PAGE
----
GRAND RAPIDS, Mich. (WOOD) — A $5 million grant will be used to open up rivers and streams to more fish and other aquatic species across 14 Michigan counties.
The National Fish and Wildlife Foundation announced Thursday that the grant will be awarded to the Michigan Department of Natural Resources and its local partners, including the Muskegon River Watershed Assembly. The money is expected to cover projects to tackle 27 different stream barriers.
Part of that $5 million grant will go to the MRWA to remove two dams in Mecosta County: The Buckhorn Creek Dam on the Muskegon River and the Altona Dam on the Little Muskegon River. Marty Holtgren, the principal watershed scientist for the MRWA, said removing the dams will provide more space and spawning habitat for several fish species.
“Both dam removals will open up miles of river that will provide access for many aquatic species including brook trout,” Holtgren said in a release. “The brook trout will benefit by the newly available spawning habitat and cold-water refuge areas.”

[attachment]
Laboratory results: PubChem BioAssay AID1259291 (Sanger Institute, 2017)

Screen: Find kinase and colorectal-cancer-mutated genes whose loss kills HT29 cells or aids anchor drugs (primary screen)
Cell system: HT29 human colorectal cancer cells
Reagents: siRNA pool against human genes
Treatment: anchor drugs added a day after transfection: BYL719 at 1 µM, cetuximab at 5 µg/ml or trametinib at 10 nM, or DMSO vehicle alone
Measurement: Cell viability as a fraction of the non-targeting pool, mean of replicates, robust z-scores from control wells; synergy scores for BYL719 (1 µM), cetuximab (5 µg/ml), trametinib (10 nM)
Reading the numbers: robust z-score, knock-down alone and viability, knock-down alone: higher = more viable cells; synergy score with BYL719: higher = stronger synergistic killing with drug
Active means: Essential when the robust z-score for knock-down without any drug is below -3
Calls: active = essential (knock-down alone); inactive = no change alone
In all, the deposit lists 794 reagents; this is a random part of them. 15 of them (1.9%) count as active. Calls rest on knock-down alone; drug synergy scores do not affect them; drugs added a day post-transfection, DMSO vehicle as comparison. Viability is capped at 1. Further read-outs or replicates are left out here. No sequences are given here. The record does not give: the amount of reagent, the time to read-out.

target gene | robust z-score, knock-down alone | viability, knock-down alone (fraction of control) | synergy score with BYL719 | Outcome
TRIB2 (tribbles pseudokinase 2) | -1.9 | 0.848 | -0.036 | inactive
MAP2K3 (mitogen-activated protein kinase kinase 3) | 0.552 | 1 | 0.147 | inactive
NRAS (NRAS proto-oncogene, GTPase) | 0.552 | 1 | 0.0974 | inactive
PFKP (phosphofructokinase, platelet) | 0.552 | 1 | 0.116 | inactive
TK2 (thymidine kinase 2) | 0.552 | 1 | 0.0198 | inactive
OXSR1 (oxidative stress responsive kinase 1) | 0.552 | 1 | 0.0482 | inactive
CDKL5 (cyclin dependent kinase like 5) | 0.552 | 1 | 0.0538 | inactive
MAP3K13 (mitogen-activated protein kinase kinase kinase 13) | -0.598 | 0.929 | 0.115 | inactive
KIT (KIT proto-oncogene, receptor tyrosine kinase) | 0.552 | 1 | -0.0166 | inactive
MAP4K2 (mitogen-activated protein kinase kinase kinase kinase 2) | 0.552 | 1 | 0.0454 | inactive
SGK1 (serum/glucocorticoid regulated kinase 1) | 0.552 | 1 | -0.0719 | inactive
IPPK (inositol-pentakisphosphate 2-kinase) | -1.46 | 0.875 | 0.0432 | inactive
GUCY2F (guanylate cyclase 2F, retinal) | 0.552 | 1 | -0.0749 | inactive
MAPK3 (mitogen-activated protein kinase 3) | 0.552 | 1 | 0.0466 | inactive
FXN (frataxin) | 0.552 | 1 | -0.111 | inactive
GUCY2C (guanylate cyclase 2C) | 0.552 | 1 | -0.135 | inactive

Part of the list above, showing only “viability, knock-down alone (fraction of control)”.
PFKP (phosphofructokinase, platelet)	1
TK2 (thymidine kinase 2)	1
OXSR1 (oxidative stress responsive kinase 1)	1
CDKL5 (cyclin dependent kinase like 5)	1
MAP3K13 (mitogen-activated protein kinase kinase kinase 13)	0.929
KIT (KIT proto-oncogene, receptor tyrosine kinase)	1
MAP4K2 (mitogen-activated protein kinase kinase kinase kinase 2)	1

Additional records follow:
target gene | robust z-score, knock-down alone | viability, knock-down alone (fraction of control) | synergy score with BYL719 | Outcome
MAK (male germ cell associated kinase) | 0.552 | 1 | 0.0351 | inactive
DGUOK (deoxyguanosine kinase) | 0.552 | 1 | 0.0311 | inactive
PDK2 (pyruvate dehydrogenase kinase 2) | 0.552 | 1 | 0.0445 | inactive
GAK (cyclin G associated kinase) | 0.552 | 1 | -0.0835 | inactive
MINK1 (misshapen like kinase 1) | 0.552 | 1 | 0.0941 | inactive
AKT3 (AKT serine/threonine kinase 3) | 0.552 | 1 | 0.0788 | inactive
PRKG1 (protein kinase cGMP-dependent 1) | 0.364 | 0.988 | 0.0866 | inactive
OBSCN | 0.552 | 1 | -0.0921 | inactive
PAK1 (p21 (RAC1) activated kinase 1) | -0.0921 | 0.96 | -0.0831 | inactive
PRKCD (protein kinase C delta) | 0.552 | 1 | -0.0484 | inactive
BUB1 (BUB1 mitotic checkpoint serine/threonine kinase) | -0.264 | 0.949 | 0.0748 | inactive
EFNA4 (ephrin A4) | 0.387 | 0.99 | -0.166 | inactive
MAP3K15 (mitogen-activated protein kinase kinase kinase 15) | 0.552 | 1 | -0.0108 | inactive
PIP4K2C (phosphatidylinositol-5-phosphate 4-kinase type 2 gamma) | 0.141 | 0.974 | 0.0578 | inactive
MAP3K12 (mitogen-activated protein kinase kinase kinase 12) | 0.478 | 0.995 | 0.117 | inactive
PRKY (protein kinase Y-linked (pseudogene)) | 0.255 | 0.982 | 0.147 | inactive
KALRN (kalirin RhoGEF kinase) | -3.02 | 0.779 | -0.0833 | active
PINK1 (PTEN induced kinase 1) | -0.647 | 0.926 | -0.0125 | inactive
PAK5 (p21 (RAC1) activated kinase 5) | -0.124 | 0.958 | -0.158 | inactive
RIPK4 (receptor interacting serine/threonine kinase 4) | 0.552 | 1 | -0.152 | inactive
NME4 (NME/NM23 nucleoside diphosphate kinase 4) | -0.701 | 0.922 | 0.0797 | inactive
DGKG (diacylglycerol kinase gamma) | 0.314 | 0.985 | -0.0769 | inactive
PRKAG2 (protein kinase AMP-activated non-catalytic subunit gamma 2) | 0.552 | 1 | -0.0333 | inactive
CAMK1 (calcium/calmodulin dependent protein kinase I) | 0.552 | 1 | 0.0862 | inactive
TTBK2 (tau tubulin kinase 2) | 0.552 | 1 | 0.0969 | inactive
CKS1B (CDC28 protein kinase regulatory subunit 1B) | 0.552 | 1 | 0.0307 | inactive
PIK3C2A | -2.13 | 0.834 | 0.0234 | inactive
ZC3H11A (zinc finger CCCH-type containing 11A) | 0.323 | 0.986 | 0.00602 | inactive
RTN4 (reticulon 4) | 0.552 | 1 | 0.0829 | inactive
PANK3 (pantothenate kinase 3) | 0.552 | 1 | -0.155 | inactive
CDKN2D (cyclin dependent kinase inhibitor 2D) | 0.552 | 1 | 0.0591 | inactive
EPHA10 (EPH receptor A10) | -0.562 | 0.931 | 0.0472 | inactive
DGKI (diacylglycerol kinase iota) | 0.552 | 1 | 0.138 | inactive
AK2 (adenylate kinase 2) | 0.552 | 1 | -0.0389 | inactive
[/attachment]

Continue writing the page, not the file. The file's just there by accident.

The NFWF estimates the projects will “reconnect nearly 200 upstream miles of rivers and streams.”
MRWA Executive Director Scott Faulkner is excited for the new projects to get underway and credits the positive partnerships across Michigan with getting the work done.
“The federal funding of these high-impact watershed projects is a direct reflection of the strength of our relationships with our tribal partners at the Little River Band of Ottawa Indians, as well as the DNR and other state agencies here in Michigan,” Faulkner stated. “We are very excited to see multiple restoration projects coming on line in 2023 to benefit this incredible watershed for generations to come.”